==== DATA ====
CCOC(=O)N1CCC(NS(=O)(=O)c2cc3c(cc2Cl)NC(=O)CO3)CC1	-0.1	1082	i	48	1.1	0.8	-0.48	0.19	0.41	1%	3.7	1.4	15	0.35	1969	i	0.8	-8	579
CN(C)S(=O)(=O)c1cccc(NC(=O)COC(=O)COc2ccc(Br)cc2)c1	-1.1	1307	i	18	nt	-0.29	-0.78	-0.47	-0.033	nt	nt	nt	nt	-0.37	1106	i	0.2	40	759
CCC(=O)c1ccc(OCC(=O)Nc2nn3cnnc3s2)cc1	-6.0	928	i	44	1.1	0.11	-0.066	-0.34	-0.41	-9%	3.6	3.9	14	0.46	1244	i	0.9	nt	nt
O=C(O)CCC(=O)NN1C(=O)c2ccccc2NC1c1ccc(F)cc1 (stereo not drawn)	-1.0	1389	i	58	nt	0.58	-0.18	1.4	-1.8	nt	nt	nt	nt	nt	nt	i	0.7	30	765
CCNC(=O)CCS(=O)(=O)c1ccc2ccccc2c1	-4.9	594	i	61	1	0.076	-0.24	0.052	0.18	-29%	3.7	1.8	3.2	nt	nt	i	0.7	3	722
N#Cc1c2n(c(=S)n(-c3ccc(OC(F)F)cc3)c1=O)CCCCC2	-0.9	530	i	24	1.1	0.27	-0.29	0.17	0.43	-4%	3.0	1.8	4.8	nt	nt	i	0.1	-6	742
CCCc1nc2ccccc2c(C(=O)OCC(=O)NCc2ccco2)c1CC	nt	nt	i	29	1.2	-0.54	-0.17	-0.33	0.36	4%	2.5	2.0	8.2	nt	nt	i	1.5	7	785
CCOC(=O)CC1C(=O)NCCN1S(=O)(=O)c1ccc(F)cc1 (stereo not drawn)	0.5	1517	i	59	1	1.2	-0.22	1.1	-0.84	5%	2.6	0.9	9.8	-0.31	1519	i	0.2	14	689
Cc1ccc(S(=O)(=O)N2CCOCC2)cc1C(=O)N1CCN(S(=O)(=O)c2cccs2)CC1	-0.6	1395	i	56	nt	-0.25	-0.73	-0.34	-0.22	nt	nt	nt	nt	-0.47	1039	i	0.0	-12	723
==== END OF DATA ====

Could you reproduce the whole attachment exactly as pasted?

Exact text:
CCOC(=O)N1CCC(NS(=O)(=O)c2cc3c(cc2Cl)NC(=O)CO3)CC1	-0.1	1082	i	48	1.1	0.8	-0.48	0.19	0.41	1%	3.7	1.4	15	0.35	1969	i	0.8	-8	579
CN(C)S(=O)(=O)c1cccc(NC(=O)COC(=O)COc2ccc(Br)cc2)c1	-1.1	1307	i	18	nt	-0.29	-0.78	-0.47	-0.033	nt	nt	nt	nt	-0.37	1106	i	0.2	40	759
CCC(=O)c1ccc(OCC(=O)Nc2nn3cnnc3s2)cc1	-6.0	928	i	44	1.1	0.11	-0.066	-0.34	-0.41	-9%	3.6	3.9	14	0.46	1244	i	0.9	nt	nt
O=C(O)CCC(=O)NN1C(=O)c2ccccc2NC1c1ccc(F)cc1 (stereo not drawn)	-1.0	1389	i	58	nt	0.58	-0.18	1.4	-1.8	nt	nt	nt	nt	nt	nt	i	0.7	30	765
CCNC(=O)CCS(=O)(=O)c1ccc2ccccc2c1	-4.9	594	i	61	1	0.076	-0.24	0.052	0.18	-29%	3.7	1.8	3.2	nt	nt	i	0.7	3	722
N#Cc1c2n(c(=S)n(-c3ccc(OC(F)F)cc3)c1=O)CCCCC2	-0.9	530	i	24	1.1	0.27	-0.29	0.17	0.43	-4%	3.0	1.8	4.8	nt	nt	i	0.1	-6	742
CCCc1nc2ccccc2c(C(=O)OCC(=O)NCc2ccco2)c1CC	nt	nt	i	29	1.2	-0.54	-0.17	-0.33	0.36	4%	2.5	2.0	8.2	nt	nt	i	1.5	7	785
CCOC(=O)CC1C(=O)NCCN1S(=O)(=O)c1ccc(F)cc1 (stereo not drawn)	0.5	1517	i	59	1	1.2	-0.22	1.1	-0.84	5%	2.6	0.9	9.8	-0.31	1519	i	0.2	14	689
Cc1ccc(S(=O)(=O)N2CCOCC2)cc1C(=O)N1CCN(S(=O)(=O)c2cccs2)CC1	-0.6	1395	i	56	nt	-0.25	-0.73	-0.34	-0.22	nt	nt	nt	nt	-0.47	1039	i	0.0	-12	723